Jack Foster is a Ted Pugh Poetry Prize winning author from Southern California where he serves as the production editor for A Few Lines Magazine and the lead editor for Wormwood Chapbooks. His work can be found in various journals such as The Adroit Journal, Pomona Valley Review, Cavalier Literary Couture, and Yes, Poetry.


The Neighbor’s Cat

I am not Homer, but
I am blind.
My neighbor Schrödinger
told me he has no cat.
I hear the cat, though.
My neighbor insists,
insists, yes,
insists that if I cannot
the cat, there is no cat.

I have named
the nonexistent cat Pandora.
I call to her when my neighbor
slides into another neighborhood.
I hear her plaintive reply,
distant, muffled,
tangled in the ticking of
a Geiger counter.
My ears observe her
I think: perhaps
he should change her box.

Billie Duncan has had a long and varied career as an author, reporter, entertainer, photographer, artist and political activist. She is the author of three full-length books of poetry and is included in many journals and anthologies.Her first book, Beneath the Desk, was chosen for inclusion in the Harris Collection of American Poetry and Plays at Brown University. She is currently working on an art series based on Hugh Everett’s many-worlds interpretation (MWI) of quantum physics and on a book-length epic poem about the LaSalle expedition to the Texas Gulf Coast.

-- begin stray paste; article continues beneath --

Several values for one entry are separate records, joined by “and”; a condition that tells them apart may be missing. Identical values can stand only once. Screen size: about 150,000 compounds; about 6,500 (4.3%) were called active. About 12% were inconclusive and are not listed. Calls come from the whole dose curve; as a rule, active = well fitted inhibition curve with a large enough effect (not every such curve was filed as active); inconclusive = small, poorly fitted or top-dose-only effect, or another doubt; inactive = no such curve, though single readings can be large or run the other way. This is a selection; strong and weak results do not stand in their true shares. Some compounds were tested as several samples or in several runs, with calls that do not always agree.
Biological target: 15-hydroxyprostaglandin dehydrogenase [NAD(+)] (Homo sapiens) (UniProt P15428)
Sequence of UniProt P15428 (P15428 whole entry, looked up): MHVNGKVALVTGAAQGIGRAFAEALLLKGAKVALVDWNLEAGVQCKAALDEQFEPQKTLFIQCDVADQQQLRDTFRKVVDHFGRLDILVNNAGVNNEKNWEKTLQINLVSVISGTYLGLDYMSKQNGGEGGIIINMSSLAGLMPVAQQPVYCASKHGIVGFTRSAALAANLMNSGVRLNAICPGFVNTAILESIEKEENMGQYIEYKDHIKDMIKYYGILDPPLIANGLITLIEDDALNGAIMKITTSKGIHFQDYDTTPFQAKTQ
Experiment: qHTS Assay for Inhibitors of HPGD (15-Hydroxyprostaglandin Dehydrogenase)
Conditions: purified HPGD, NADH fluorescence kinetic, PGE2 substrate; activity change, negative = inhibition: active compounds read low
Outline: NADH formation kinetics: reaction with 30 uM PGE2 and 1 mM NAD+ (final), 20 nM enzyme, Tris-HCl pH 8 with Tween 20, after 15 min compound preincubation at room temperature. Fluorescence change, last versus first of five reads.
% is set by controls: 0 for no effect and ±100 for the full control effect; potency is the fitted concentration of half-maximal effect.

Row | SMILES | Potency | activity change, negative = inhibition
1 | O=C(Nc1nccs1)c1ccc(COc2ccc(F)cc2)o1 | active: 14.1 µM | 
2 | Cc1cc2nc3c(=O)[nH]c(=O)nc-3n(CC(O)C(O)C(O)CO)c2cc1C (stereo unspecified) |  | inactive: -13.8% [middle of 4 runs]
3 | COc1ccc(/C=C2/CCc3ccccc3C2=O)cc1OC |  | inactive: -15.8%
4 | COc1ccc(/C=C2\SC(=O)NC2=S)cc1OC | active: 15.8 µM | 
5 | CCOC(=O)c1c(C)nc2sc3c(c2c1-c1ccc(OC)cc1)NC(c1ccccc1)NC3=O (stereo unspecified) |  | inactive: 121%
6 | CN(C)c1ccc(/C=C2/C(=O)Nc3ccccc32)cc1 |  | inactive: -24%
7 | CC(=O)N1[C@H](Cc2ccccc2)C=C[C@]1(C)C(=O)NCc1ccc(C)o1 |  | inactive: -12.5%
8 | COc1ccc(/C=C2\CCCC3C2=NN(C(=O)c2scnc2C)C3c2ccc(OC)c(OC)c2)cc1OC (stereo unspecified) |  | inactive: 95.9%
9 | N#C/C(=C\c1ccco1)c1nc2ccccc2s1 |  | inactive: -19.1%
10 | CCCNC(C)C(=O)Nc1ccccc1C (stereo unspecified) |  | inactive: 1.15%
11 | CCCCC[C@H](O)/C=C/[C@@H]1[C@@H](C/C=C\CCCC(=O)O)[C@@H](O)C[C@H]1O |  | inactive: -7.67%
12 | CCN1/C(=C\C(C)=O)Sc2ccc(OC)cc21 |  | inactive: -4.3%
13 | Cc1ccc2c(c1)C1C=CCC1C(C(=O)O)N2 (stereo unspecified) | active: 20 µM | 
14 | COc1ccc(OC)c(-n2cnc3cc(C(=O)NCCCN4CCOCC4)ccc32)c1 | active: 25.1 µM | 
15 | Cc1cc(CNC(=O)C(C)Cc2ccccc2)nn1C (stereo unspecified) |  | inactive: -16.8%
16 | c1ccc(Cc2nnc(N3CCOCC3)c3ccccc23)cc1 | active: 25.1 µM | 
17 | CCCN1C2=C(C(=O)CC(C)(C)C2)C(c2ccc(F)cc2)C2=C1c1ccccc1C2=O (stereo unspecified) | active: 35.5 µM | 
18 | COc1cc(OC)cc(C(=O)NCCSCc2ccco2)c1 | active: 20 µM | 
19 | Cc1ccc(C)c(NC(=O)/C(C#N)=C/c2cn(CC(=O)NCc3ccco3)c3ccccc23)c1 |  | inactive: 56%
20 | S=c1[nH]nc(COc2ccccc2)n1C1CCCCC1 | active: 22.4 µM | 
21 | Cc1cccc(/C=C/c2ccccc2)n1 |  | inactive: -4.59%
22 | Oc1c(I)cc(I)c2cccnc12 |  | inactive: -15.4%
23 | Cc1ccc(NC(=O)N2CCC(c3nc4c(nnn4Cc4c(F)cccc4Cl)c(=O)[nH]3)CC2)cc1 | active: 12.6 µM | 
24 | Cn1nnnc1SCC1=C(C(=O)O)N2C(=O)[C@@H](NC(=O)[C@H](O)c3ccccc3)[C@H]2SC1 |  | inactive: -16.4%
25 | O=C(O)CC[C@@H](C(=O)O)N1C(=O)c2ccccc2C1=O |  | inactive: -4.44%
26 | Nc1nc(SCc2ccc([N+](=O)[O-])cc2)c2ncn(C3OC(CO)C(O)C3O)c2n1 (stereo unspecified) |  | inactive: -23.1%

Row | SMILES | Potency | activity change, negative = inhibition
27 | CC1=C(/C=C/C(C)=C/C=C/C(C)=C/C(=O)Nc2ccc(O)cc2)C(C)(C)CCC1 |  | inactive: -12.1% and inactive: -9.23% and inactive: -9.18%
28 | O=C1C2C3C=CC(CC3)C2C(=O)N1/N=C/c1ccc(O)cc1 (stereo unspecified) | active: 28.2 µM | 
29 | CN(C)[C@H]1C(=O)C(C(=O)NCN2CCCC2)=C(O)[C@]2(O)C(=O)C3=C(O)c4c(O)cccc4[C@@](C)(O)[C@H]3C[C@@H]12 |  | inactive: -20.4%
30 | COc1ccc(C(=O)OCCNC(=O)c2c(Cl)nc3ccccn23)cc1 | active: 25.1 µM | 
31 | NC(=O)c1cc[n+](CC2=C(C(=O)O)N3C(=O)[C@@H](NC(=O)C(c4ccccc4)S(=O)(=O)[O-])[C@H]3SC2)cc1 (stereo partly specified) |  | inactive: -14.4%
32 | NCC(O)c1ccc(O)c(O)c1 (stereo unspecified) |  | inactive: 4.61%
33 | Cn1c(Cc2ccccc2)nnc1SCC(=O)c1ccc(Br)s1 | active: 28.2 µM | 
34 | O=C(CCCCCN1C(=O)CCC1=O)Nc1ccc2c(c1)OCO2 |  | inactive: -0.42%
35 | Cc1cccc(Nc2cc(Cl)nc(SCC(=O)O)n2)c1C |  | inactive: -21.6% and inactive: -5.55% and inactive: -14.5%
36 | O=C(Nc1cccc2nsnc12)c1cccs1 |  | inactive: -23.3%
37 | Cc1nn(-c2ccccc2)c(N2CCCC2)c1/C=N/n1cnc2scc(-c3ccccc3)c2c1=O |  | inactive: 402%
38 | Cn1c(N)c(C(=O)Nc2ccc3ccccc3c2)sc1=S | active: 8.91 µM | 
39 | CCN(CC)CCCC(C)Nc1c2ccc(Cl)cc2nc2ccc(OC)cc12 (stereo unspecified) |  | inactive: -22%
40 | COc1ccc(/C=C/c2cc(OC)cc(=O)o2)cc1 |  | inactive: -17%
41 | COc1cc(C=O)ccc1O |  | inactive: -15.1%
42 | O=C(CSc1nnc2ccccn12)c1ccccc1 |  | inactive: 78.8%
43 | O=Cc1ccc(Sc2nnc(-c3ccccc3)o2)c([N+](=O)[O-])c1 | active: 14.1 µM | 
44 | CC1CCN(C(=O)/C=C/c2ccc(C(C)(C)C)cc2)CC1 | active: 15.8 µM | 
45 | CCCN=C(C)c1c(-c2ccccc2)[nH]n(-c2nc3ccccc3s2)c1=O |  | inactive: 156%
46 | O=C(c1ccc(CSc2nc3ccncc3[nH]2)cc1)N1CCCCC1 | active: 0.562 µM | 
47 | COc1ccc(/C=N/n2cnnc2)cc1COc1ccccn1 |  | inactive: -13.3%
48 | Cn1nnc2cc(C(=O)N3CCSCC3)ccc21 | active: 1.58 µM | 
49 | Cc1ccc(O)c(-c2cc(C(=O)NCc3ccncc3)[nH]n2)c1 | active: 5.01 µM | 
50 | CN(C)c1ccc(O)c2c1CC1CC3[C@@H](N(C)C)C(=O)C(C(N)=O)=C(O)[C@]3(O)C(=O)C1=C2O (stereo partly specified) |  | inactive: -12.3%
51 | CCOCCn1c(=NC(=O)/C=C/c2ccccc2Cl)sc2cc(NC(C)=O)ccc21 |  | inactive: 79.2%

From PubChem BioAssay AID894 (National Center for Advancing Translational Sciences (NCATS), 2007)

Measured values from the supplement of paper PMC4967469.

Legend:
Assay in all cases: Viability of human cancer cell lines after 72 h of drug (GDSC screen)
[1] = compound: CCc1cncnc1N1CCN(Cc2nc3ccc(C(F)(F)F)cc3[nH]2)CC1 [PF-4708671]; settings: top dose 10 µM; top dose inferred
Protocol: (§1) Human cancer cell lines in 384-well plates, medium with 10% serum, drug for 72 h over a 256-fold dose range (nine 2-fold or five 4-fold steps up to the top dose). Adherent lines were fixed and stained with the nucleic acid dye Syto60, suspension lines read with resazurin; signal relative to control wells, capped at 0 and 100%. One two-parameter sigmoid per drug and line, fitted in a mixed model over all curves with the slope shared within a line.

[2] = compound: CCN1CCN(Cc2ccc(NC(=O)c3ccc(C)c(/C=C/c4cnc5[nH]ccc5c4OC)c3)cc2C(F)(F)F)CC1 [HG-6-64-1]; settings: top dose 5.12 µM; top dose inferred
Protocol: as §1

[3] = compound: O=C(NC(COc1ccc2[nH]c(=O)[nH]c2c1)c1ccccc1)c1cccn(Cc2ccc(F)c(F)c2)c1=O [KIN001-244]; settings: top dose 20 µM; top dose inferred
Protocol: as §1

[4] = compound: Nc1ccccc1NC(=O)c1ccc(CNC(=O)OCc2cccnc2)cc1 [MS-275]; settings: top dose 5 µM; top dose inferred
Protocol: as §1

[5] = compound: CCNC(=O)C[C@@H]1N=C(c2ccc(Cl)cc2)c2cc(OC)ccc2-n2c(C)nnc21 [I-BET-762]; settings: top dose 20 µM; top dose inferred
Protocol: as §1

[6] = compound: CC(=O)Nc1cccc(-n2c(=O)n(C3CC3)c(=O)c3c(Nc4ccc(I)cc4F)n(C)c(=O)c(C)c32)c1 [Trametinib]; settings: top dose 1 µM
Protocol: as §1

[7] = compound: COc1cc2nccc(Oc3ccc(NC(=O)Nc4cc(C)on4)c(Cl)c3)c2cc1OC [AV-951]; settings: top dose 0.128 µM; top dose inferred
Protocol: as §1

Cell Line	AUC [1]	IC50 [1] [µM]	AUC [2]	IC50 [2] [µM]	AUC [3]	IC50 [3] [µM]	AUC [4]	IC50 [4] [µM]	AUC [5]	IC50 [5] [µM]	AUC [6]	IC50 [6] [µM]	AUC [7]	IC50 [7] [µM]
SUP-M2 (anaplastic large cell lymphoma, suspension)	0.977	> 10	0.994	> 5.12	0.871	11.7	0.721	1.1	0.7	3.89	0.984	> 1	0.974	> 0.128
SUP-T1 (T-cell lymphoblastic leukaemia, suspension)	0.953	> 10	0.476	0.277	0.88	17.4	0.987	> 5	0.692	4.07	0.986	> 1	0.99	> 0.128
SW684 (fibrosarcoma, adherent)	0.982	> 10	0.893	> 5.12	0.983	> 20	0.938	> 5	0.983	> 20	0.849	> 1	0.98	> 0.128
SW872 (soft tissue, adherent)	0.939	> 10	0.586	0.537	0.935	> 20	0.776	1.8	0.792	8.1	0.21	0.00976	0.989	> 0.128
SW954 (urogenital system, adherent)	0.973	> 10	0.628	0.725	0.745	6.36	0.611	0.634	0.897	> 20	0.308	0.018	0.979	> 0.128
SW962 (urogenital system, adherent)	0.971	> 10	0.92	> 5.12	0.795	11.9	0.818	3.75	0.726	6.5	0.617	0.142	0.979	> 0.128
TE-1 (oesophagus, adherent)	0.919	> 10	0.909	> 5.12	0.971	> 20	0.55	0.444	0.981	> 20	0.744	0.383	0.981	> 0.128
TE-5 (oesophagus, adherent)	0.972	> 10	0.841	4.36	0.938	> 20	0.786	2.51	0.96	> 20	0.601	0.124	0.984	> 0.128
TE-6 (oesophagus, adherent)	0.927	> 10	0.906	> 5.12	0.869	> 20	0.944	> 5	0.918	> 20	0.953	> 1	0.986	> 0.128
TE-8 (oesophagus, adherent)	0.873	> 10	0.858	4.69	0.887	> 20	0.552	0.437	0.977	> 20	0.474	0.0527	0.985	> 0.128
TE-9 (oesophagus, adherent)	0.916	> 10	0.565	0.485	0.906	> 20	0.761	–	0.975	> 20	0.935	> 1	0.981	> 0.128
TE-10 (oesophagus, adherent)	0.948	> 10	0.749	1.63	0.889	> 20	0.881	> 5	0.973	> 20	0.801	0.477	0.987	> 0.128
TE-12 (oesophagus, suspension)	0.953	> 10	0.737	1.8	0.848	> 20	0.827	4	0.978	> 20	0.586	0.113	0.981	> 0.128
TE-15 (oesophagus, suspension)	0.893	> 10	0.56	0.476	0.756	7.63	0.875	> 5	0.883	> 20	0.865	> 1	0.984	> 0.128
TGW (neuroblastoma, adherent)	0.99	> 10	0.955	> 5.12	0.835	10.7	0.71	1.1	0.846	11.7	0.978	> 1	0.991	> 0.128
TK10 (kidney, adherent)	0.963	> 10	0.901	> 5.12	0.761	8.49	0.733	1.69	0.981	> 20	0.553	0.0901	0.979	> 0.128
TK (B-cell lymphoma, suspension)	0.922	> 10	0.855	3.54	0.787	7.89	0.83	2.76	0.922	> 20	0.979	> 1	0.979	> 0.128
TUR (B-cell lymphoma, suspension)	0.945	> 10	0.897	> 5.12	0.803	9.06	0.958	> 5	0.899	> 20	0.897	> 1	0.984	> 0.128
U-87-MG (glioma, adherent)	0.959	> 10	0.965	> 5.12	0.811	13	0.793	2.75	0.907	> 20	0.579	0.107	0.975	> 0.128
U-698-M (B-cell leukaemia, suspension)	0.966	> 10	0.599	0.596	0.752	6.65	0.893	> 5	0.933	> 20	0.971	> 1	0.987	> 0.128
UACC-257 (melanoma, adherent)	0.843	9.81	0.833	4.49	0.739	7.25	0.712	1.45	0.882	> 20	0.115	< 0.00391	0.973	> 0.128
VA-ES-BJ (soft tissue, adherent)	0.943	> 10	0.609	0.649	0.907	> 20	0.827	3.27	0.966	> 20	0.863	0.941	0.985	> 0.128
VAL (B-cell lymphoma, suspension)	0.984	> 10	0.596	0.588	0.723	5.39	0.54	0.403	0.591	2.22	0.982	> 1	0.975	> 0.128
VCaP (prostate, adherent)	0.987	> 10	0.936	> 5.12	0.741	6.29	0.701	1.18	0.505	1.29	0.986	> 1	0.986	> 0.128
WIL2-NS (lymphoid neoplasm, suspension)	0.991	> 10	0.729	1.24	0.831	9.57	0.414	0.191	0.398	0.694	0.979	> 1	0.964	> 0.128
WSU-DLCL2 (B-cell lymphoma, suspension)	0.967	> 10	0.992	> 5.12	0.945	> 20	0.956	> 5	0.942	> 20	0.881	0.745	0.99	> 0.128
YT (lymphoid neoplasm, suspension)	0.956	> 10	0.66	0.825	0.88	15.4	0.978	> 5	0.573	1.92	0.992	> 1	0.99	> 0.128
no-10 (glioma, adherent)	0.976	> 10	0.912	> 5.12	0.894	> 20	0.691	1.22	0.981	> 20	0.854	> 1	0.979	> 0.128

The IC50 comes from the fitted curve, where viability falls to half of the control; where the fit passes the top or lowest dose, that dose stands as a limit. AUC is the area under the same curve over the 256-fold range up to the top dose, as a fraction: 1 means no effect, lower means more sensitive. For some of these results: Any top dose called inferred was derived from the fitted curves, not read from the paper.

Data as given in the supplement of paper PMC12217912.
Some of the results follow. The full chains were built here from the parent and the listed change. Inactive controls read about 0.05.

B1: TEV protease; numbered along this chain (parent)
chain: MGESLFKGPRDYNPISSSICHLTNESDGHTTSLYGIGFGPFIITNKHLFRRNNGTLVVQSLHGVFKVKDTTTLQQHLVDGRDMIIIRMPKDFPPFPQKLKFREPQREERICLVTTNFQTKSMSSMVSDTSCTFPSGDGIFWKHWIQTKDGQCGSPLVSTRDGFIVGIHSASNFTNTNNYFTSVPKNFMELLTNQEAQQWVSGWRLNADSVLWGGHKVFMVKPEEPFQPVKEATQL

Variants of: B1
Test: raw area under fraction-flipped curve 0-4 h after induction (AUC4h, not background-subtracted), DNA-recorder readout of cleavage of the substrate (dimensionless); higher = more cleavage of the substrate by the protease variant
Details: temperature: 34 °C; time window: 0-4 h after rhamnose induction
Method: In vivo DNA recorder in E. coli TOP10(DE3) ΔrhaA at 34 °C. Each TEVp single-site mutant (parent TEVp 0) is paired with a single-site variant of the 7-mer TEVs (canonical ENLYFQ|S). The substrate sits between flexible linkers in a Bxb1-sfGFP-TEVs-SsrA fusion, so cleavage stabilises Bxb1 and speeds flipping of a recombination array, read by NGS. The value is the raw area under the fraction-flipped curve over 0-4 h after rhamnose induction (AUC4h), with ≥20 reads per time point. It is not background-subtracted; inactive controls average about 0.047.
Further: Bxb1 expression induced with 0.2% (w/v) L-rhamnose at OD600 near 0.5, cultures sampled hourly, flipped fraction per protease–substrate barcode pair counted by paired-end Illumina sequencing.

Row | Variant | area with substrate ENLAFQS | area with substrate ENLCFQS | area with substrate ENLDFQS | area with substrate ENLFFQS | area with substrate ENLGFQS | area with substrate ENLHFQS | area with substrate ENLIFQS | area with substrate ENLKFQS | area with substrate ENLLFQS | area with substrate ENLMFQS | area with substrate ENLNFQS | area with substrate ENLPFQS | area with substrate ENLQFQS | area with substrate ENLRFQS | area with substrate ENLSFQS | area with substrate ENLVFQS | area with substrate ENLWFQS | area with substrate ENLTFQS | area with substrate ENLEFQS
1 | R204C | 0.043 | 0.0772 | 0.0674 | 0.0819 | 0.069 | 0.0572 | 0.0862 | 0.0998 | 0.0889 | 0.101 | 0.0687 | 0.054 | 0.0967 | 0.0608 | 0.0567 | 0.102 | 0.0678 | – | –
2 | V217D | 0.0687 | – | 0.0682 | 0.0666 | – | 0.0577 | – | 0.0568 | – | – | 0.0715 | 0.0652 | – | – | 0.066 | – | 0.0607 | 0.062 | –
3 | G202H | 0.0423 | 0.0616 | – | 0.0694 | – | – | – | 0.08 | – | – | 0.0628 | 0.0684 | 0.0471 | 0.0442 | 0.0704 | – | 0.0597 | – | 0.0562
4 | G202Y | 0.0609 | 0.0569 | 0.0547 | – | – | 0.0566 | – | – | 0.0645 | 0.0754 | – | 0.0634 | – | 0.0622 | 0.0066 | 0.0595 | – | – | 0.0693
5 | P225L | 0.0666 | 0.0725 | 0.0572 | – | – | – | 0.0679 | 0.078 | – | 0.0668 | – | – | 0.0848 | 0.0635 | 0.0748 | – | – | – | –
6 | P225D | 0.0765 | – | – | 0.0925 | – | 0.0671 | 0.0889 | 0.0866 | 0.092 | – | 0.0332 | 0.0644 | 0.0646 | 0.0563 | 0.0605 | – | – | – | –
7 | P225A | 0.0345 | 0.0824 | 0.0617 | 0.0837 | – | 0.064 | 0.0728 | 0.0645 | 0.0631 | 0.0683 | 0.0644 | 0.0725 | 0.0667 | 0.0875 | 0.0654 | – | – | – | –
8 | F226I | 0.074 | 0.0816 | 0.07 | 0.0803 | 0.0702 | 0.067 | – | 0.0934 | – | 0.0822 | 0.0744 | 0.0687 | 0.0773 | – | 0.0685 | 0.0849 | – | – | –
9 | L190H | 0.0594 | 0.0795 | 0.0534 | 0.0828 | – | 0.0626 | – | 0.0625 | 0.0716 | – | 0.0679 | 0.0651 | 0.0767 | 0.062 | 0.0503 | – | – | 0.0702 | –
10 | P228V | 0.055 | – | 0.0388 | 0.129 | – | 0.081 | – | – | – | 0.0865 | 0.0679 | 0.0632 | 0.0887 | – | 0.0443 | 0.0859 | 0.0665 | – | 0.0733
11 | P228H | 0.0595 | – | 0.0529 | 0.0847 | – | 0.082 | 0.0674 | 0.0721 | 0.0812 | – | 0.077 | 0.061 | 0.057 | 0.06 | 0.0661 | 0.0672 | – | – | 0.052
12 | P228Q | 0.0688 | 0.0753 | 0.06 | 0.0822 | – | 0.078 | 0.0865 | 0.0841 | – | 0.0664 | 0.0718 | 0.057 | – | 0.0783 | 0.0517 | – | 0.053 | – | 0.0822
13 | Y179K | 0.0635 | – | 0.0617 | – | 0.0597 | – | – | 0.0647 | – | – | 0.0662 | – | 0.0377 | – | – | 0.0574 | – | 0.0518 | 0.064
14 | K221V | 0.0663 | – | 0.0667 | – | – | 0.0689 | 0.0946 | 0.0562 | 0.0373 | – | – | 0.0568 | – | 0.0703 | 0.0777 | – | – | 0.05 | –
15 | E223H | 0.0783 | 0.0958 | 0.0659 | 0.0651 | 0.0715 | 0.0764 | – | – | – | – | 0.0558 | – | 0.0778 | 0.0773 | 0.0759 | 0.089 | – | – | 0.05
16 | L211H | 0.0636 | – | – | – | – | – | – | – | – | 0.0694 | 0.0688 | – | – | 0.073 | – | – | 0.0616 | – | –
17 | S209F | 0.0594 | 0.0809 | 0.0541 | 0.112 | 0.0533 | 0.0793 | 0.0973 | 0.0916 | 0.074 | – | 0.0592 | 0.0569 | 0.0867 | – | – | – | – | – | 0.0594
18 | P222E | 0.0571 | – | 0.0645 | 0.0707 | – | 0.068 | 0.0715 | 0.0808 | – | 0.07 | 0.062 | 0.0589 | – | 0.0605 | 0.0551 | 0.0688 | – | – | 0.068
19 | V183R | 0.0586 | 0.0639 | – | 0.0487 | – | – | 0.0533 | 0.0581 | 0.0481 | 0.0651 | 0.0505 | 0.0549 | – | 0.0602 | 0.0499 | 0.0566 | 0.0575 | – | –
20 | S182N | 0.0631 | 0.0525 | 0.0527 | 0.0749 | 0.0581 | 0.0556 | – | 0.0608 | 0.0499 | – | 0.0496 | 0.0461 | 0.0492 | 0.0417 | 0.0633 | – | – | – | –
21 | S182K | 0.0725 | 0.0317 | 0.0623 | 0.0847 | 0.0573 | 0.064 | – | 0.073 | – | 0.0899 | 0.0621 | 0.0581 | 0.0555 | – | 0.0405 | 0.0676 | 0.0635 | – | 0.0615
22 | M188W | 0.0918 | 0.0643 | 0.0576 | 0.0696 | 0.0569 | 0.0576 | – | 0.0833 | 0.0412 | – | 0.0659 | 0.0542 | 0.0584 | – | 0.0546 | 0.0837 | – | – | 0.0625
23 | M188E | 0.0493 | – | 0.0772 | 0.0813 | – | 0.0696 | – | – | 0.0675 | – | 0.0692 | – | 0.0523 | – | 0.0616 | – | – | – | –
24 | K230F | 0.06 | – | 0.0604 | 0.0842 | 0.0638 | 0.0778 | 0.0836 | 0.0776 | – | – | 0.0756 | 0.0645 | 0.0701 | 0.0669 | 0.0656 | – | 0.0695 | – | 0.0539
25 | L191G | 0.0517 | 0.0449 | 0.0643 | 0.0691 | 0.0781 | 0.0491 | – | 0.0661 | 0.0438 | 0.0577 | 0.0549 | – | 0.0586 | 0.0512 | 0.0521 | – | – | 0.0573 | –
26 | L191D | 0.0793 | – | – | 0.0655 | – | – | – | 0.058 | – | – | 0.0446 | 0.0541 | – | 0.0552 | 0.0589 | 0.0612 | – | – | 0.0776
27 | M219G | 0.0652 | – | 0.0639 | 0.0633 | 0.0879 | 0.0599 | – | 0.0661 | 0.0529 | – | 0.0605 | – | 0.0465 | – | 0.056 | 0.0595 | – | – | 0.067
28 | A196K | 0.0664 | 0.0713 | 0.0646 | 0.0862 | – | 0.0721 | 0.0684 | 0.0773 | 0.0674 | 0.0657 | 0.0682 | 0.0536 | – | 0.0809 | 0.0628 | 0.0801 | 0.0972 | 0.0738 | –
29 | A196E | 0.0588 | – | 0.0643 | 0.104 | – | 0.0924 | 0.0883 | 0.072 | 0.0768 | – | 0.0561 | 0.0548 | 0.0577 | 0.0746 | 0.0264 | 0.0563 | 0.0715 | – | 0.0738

Between the Raindrops

What is said between the raindrops?
What is uttered ‘neath those spheres?
And above the falling droplets
What timeless mystery plucks the ears?

At the crossroads and the inbetween
Is where our life is living
At the chink & in the seam
both the parting and the giving

Can you sound the depth of silence?
and to that rhythm dance unfeigned?
Hum the hush that, uncreated,
between life and death remains?

At the crossroads and the inbetween
Is where our life is living
At the chink & in the seam
both the parting and the giving


The Crackling

The crackling of old wood consumes
the silence of my weaving room
My heart, strung tight across the loom
Must let the shuttle’s work resume

Black shuttle weaves through brilliant hues
in patterns that I cannot choose
Let it’s rhythm somehow soothe
the pain of all I’ve had to lose

Let colors of the deep unseen
Dye the fibers of my being
Braid me with the timeless stream
where love and life are evergreen

You didn’t leave without a trace
I find a thread in every place
Though these arms yearn for your embrace
Your life in mine is interlaced

Your smile I may not gaze upon
Your laughter lingers far beyond
and like some lonely vagabond
My gift to you? To travel on

To firedance upon the frozen
Destiny to be engrossed in
To be the weaver and the woven
knitting choice with the unchosen

Two poems from Victoria Chadwick


Source – darkmatterjournal.org